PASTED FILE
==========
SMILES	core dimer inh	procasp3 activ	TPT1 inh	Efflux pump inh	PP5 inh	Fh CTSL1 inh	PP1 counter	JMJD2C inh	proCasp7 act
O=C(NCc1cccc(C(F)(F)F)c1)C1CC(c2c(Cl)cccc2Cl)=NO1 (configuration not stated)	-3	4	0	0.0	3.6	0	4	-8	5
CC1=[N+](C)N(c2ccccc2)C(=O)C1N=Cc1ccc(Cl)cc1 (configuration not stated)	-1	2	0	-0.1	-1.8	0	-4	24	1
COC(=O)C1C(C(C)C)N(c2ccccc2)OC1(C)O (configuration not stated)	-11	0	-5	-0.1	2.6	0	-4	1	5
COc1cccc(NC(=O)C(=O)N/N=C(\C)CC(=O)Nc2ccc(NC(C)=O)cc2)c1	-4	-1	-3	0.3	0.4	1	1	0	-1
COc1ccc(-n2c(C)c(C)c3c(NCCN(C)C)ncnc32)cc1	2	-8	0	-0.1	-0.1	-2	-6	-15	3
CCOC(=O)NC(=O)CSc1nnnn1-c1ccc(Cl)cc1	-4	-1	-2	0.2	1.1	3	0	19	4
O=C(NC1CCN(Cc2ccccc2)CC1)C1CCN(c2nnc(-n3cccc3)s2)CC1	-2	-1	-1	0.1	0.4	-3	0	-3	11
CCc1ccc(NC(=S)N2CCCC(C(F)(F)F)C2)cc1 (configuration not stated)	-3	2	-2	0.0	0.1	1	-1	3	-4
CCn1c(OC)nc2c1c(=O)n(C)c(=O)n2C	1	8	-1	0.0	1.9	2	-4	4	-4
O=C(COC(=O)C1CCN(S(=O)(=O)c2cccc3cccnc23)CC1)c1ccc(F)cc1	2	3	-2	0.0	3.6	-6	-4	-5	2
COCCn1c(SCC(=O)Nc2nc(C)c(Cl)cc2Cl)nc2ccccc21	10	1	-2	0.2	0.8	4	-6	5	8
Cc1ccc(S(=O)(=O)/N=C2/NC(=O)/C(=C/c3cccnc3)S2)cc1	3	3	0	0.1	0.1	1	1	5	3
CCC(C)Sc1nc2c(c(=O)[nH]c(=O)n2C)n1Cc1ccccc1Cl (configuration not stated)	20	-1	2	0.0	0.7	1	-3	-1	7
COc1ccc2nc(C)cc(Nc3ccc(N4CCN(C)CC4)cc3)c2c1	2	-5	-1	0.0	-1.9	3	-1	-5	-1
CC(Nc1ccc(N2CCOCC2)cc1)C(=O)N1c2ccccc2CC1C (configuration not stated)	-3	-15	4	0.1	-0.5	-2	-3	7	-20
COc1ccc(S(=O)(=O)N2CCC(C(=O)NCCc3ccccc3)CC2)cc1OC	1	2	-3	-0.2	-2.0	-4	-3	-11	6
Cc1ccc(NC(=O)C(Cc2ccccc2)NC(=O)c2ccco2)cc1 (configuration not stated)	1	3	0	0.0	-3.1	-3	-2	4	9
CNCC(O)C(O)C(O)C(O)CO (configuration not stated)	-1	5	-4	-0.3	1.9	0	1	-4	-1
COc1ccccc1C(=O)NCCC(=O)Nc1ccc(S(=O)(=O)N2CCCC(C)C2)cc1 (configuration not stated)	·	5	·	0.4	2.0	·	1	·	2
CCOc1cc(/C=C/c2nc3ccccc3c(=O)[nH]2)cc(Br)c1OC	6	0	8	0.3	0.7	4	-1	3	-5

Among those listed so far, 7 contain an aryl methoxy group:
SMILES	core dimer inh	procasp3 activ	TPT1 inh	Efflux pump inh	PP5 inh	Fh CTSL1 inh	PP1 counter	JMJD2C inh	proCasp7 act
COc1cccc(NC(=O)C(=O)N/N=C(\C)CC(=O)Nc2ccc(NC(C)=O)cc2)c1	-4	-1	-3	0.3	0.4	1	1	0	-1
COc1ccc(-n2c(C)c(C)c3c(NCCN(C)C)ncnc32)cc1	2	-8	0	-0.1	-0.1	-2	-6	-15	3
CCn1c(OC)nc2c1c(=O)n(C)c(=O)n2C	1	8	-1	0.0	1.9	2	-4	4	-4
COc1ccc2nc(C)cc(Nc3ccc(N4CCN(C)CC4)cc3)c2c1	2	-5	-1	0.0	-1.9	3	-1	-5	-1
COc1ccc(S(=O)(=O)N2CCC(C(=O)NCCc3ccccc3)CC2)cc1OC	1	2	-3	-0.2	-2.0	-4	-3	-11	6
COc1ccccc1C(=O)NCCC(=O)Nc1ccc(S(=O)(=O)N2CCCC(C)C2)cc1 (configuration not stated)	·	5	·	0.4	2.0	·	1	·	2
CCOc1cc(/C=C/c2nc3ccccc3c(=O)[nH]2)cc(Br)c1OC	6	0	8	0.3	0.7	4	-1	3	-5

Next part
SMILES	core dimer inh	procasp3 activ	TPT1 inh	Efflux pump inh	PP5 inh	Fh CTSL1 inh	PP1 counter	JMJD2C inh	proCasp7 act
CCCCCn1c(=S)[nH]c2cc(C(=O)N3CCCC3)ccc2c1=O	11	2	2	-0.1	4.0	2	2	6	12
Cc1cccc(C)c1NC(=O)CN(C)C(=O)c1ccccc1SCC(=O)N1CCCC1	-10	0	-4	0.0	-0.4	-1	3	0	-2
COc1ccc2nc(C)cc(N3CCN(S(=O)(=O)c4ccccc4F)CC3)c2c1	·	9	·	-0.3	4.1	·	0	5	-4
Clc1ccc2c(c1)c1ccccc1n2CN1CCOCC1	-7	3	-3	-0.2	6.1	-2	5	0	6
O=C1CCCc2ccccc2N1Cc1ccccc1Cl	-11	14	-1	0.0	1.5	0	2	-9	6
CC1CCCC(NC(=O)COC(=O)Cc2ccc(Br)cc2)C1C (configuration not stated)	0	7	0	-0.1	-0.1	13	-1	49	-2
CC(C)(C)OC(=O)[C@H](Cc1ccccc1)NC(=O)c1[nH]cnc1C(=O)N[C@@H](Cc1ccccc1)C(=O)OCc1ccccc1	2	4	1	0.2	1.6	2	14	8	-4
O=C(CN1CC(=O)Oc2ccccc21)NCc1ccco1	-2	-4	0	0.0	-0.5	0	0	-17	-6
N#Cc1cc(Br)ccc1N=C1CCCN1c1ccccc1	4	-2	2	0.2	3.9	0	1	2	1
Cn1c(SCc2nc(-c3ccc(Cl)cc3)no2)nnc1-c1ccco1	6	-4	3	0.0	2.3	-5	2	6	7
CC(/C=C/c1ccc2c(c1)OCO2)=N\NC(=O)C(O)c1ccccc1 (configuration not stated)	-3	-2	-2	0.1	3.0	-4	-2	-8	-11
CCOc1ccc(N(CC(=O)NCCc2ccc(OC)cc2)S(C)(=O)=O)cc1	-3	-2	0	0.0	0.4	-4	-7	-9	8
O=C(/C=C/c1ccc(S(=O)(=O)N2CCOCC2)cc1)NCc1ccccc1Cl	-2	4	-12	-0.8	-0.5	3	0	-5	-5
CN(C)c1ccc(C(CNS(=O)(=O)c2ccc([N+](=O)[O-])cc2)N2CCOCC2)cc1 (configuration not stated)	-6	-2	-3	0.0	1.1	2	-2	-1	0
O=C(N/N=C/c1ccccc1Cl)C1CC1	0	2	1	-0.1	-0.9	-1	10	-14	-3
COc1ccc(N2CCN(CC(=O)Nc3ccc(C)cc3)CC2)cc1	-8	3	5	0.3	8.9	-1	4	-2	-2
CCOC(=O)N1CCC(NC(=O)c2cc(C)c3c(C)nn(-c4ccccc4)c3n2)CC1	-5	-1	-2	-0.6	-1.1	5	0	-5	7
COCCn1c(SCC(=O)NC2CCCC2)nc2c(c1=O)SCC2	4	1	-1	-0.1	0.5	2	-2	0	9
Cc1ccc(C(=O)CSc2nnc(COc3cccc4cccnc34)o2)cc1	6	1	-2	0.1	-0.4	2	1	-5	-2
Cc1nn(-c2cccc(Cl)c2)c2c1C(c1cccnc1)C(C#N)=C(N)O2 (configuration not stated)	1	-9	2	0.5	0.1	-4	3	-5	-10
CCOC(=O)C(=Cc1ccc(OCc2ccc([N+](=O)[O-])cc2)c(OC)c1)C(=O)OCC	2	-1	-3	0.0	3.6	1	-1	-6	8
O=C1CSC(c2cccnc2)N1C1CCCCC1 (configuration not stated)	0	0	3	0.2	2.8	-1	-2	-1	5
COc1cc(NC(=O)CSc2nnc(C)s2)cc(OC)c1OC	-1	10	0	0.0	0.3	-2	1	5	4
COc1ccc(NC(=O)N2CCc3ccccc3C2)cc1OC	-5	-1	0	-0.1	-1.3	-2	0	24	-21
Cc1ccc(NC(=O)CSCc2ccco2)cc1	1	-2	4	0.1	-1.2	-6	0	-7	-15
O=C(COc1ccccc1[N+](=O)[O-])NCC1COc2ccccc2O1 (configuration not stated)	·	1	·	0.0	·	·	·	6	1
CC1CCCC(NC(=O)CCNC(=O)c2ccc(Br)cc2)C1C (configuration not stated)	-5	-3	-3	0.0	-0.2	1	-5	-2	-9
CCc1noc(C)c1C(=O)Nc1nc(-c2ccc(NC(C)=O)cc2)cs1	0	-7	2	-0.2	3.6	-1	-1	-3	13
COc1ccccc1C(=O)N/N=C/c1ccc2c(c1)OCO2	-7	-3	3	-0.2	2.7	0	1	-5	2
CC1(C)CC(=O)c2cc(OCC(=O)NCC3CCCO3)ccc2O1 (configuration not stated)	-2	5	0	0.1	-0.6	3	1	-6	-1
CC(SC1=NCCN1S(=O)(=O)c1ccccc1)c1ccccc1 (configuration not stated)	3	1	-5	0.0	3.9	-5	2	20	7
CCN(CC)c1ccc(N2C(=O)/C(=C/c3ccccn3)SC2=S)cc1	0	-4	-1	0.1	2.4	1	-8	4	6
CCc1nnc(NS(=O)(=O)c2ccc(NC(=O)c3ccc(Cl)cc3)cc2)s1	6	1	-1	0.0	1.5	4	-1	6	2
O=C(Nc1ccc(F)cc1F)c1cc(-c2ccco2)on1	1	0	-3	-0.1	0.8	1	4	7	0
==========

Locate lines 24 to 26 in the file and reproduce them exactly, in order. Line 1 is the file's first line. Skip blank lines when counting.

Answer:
COc1cccc(NC(=O)C(=O)N/N=C(\C)CC(=O)Nc2ccc(NC(C)=O)cc2)c1	-4	-1	-3	0.3	0.4	1	1	0	-1
COc1ccc(-n2c(C)c(C)c3c(NCCN(C)C)ncnc32)cc1	2	-8	0	-0.1	-0.1	-2	-6	-15	3
CCn1c(OC)nc2c1c(=O)n(C)c(=O)n2C	1	8	-1	0.0	1.9	2	-4	4	-4